From the Publisher
“Davis creates a fascinating genealogy that raises chilling questions about the future of terrorism.”—Atlantic Monthly
“Mike Davis, long-time chronicler of apocalyptic terror, has done it again: he has made me scared ... The brilliance of Davis’s story is undeniable.”—Times of London
“Mike Davis follows the evolution of the car bomb from the Balkans to Palestine, Vietnam, Northern Ireland, Lebanon and, of course, Iraq.”—New York Times
“Brilliantly terse ... Davis writes with icily suppressed fury.”—Guardian
From the world's first car bomb in 1920 (actually a horse-drawn wagon, exploded by anarchist Mario Buda in downtown Manhattan), to those incessantly exploding in Iraq, Davis shows how these "quotidian workhorses of urban terrorism" are responsible for "producing the most significant mutations in city form and urban lifestyle." Whether the product of fringe militancy or "clandestine state terrorism," Davis shows, the car bomb has a limitless capacity to create and sustain fear (largely because of low cost and technological accessibility). Given the weapon's ubiquity in modern times, a "brief history" scarcely allows room for the numerous theaters of conflict within which the car bomb has evolved, including Northern Ireland, Beirut, Israel, the U.S. and Colombia, let alone much political background on, say, the Tamil Tigers' bombing campaign in Sri Lanka. At its best, this is a gripping supplementary history, full of surprising, often contrarian facts and voices behind some of the most spectacular acts of violence on record. Despite clearly populist sympathies, Davis steers away from romanticism, keeping tight focus on the indiscriminate violence inflicted upon innocents. Packed with horrific and heartrending details, the book goes beyond the statistics to portray the human and moral costs of this gruesome political lever. Photos. (Apr.)Copyright 2006 Reed Business Information.
Mario Buda was an anarchist who blew up a wagon full of explosivesat the corner of Wall and Broad Streets, in New York City, in 1920. Forty people were killed and 200 injured. There was immediate panic and a declaration of national emergency -- a big impact for relatively little effort, even if capitalism survived. Davis is impressed by this disproportion of effect to effort. Car bombs are stealth weapons that are a cheap and operationally straightforward way of getting explosives to a target, and they make enough noise that they cannot be ignored. For these reasons, they are the ultimate in asymmetry. But if they empower the weak, they also tend to be indiscriminate -- so they particularly empower those who are not concerned about carnage. Davis has cataloged many car-bombing episodes, showing how they have been used by groups ranging from Hezbollah and the Vietcong to the Mafia, the Stern Gang, and even the CIA. With so many grim stories to tell in a brief book, the context of individual episodes is often sketchy, the underlying political analysis shallow, and the prognosis alarmist.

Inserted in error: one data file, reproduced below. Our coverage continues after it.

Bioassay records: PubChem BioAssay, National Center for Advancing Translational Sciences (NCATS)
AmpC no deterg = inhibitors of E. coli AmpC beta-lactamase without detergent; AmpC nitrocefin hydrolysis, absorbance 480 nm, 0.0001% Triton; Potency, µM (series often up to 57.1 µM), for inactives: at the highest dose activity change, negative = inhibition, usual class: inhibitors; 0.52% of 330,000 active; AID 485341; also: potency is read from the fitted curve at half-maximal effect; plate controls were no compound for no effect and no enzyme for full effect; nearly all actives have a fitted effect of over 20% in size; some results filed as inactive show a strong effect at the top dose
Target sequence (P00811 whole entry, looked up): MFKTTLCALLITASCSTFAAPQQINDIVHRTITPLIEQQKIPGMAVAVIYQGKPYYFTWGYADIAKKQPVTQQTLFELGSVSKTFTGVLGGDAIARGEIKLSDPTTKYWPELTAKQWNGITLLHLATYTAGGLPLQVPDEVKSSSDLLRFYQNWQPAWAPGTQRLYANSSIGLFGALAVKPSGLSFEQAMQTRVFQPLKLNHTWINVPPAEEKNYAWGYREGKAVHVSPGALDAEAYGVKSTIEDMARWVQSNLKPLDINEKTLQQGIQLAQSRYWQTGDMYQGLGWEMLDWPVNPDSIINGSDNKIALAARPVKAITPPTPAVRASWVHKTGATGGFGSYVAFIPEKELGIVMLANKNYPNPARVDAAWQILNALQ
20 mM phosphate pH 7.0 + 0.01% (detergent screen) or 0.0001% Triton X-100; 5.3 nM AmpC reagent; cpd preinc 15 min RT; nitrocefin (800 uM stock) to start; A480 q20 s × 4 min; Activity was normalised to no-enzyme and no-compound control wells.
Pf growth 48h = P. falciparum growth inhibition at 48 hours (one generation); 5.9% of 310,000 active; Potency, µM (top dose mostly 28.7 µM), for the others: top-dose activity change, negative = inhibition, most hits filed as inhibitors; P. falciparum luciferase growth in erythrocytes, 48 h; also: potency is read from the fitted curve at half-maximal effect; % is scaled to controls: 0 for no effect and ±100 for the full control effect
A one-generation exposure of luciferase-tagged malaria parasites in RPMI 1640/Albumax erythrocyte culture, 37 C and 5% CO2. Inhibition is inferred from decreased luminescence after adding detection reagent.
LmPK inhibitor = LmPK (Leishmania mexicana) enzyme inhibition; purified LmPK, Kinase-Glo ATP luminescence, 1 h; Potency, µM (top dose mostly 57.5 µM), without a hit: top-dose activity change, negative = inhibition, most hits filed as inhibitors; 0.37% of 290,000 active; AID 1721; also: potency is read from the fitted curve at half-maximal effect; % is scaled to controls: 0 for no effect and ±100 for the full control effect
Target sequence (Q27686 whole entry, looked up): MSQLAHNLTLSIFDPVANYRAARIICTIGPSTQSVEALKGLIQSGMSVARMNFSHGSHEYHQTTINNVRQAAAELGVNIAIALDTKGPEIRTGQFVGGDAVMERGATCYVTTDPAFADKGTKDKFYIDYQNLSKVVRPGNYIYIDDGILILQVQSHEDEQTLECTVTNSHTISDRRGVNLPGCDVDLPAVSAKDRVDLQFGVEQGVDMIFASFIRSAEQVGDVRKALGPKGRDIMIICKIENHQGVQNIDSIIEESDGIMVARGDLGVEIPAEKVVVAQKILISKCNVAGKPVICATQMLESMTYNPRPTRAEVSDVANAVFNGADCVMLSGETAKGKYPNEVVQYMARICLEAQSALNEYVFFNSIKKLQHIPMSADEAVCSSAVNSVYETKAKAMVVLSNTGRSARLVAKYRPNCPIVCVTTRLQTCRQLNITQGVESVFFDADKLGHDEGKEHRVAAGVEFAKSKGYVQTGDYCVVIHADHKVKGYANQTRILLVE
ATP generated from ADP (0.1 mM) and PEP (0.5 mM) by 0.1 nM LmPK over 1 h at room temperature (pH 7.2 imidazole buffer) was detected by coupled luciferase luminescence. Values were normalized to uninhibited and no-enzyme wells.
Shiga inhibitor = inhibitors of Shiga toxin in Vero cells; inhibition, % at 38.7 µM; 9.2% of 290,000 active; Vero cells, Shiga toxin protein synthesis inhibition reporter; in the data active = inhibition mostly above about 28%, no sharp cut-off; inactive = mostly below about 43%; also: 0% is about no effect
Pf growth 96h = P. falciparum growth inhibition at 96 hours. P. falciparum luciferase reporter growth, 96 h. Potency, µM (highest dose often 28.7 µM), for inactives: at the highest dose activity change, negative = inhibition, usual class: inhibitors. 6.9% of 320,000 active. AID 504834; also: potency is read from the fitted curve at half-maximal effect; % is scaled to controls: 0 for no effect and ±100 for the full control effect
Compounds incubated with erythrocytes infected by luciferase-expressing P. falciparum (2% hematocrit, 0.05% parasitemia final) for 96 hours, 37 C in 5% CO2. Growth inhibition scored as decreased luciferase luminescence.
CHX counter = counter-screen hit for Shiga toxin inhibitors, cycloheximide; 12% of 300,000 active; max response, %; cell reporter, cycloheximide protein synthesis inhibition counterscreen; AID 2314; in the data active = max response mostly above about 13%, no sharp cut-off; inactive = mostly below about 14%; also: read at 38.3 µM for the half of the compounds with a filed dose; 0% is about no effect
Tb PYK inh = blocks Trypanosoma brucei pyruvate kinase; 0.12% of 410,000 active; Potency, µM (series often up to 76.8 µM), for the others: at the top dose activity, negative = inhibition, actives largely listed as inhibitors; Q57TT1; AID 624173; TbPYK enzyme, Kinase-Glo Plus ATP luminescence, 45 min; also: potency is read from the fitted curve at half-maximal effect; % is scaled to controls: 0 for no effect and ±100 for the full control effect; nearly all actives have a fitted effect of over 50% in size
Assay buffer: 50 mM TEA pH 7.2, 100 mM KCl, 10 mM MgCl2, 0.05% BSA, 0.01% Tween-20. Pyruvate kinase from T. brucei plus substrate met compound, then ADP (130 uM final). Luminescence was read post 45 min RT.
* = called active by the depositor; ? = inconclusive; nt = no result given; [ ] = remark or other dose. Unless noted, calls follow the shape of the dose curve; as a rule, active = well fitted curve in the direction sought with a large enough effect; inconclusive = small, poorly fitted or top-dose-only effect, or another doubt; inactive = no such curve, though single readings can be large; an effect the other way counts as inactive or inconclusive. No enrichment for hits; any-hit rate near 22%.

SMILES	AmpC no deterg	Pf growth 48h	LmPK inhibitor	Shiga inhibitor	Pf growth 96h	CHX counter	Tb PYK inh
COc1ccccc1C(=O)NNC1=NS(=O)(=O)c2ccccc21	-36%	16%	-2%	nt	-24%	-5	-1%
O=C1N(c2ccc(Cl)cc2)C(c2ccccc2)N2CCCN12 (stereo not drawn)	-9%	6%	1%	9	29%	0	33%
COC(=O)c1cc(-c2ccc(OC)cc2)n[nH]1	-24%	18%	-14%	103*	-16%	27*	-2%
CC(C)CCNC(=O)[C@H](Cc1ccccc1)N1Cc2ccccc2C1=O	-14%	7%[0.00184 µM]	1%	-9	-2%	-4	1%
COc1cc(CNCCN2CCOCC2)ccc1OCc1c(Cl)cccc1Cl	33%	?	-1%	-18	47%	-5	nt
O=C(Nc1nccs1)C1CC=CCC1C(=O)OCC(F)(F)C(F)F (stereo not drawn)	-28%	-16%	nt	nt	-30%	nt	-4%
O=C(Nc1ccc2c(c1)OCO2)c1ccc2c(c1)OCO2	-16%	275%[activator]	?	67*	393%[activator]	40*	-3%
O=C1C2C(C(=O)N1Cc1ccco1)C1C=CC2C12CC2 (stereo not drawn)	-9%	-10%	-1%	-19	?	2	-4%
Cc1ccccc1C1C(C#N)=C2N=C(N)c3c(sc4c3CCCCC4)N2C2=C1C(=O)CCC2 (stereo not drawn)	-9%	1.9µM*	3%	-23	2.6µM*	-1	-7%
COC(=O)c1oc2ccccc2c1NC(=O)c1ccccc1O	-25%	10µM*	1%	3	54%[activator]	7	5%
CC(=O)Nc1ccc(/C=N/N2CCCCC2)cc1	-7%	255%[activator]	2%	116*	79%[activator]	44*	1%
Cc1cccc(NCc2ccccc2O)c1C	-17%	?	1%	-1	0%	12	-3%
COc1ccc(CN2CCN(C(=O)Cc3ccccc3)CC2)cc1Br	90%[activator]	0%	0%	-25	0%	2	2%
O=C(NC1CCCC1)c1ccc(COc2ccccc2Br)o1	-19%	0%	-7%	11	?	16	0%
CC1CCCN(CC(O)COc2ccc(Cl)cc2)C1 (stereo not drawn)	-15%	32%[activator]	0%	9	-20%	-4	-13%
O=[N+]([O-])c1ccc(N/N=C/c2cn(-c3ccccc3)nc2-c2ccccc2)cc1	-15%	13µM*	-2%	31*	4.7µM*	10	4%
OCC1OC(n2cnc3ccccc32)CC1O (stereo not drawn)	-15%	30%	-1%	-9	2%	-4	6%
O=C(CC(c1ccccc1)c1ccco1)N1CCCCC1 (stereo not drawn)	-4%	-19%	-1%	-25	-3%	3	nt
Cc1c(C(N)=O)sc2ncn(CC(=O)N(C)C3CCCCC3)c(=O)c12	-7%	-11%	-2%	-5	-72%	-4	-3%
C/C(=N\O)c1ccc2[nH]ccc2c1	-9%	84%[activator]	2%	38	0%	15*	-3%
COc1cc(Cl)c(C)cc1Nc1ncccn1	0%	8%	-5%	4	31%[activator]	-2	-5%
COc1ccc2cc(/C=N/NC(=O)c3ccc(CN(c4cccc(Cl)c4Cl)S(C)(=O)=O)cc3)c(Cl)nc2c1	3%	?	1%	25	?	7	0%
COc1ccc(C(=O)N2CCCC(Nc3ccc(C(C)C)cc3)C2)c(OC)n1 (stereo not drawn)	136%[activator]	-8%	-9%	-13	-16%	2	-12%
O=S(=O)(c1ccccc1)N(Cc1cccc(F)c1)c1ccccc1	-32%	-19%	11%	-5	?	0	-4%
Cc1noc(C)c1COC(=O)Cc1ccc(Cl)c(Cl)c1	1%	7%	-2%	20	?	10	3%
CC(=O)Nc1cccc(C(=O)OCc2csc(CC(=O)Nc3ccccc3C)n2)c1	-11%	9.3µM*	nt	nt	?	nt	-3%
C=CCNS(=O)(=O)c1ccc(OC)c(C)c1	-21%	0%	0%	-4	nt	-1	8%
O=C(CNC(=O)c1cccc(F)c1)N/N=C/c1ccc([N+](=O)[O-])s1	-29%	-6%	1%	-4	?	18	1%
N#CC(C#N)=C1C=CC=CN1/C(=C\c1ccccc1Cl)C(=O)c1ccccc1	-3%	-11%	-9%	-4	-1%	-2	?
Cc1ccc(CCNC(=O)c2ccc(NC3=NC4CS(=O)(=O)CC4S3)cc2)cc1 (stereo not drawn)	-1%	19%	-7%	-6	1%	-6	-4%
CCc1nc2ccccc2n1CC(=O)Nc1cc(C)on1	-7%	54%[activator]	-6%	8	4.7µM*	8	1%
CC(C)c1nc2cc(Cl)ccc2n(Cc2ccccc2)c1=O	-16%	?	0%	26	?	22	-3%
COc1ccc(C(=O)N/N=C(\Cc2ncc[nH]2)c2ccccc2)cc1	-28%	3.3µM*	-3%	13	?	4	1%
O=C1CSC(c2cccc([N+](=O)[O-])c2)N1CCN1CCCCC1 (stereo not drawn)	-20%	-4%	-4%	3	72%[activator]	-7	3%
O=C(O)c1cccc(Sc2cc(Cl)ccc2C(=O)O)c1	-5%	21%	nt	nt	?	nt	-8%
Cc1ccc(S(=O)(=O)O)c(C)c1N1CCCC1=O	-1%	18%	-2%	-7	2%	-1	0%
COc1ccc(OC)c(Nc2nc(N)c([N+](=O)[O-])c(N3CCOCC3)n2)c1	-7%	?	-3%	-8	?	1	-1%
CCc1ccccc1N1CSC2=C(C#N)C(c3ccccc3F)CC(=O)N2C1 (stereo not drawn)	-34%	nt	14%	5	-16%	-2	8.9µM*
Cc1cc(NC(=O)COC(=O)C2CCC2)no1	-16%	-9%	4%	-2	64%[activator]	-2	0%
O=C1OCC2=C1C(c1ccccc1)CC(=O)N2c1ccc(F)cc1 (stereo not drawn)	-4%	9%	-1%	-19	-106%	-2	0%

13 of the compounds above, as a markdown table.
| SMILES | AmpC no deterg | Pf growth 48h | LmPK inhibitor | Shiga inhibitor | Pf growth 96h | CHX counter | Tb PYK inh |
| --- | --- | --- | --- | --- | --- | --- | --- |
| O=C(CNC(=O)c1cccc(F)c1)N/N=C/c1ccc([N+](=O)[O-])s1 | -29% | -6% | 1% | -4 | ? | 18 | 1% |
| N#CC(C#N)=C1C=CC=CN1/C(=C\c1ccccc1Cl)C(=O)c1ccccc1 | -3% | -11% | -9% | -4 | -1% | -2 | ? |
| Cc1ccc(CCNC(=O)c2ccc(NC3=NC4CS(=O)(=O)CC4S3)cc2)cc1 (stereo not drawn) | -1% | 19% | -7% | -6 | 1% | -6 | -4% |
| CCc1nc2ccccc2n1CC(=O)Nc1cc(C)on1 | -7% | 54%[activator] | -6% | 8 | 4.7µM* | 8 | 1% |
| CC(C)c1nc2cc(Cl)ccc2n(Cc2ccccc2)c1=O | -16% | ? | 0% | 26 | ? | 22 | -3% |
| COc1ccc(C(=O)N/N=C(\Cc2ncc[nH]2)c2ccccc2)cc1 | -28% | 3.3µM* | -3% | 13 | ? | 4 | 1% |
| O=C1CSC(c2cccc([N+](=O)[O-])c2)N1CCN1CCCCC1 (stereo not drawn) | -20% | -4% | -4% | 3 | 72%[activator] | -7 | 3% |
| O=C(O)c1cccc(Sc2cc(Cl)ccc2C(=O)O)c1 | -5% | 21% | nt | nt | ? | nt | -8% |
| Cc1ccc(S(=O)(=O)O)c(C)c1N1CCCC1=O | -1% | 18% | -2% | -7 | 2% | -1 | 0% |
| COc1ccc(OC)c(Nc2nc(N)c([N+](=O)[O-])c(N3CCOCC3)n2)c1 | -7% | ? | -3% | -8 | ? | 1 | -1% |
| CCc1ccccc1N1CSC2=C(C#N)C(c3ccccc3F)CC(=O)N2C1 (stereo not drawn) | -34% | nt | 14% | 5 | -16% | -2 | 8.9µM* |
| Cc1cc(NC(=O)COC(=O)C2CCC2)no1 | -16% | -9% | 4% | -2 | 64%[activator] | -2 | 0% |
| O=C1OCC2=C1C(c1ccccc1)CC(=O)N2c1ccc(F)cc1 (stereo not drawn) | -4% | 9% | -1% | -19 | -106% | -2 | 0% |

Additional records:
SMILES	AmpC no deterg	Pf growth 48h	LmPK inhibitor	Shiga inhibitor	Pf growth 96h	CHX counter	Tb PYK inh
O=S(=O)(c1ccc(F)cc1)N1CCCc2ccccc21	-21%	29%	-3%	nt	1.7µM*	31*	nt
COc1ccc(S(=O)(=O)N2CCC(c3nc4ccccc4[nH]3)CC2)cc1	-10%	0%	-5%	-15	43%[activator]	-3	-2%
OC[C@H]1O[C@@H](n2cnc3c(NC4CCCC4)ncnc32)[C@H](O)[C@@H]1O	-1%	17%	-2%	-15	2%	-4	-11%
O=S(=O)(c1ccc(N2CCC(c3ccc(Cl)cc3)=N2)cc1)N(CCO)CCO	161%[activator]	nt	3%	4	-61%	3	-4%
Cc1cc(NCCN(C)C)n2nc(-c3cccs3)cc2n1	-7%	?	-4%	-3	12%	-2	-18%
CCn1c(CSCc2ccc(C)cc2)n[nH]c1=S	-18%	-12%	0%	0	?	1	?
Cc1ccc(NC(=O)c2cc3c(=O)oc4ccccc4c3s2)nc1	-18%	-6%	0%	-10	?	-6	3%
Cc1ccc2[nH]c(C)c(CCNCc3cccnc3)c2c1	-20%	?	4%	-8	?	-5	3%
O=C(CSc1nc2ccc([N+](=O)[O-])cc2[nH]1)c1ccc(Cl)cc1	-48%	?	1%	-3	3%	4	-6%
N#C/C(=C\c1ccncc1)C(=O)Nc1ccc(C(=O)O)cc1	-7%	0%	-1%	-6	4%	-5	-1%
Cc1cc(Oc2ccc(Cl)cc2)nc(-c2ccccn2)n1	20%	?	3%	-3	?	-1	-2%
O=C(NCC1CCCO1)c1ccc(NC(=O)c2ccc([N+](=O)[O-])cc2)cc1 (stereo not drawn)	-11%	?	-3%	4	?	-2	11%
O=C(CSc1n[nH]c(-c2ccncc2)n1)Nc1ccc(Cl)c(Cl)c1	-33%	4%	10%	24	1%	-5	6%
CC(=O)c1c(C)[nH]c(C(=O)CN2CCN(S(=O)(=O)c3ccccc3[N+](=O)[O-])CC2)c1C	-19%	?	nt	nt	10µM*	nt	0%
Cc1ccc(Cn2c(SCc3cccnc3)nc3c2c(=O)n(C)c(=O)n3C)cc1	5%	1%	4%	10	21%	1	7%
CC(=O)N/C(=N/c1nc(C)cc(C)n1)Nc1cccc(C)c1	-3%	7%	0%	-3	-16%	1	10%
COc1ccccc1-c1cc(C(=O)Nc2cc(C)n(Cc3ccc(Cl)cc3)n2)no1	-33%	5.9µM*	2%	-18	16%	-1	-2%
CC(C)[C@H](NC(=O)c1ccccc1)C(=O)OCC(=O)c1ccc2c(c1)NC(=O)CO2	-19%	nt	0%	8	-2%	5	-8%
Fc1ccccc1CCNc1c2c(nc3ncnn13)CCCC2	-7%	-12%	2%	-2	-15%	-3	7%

On September 16, 1920, an Italian anarchist named Mario Buda parked a horse-drawn wagon across the street from the J.P. Morgan & Co. building in New York. At noon, the explosives in the wagon ignited, killing 40 people and injuring more than 200. This event marked the first modern use of an inconspicuous vehicle to transport explosives to a target anonymously; as Davis (The Monster at Our Door: The Global Threat of Avian Flu) puts it, this was the prototype of the car bomb. Davis traces the use of the car bomb from the 1920s to the late 1940s, when Zionist guerrillas used the device against both the British and the Palestinians during the fighting leading up to the founding of Israel, and then continues through various international conflicts from Vietnam to Ireland to Iraq. He also presents the evolution of the explosives used in these bombs, from TNT to the ammonium nitrate and fuel oil mixtures used by the Irish Republican Army and convicted Oklahoma City bomber Timothy McVeigh. Davis's well-written and well-documented account joins a list of recent books on modern weapon systems, e.g., Larry Kahaner's AK-47: The Weapon That Changed the Face of War. Recommended for all libraries.
Stephen L. Hupp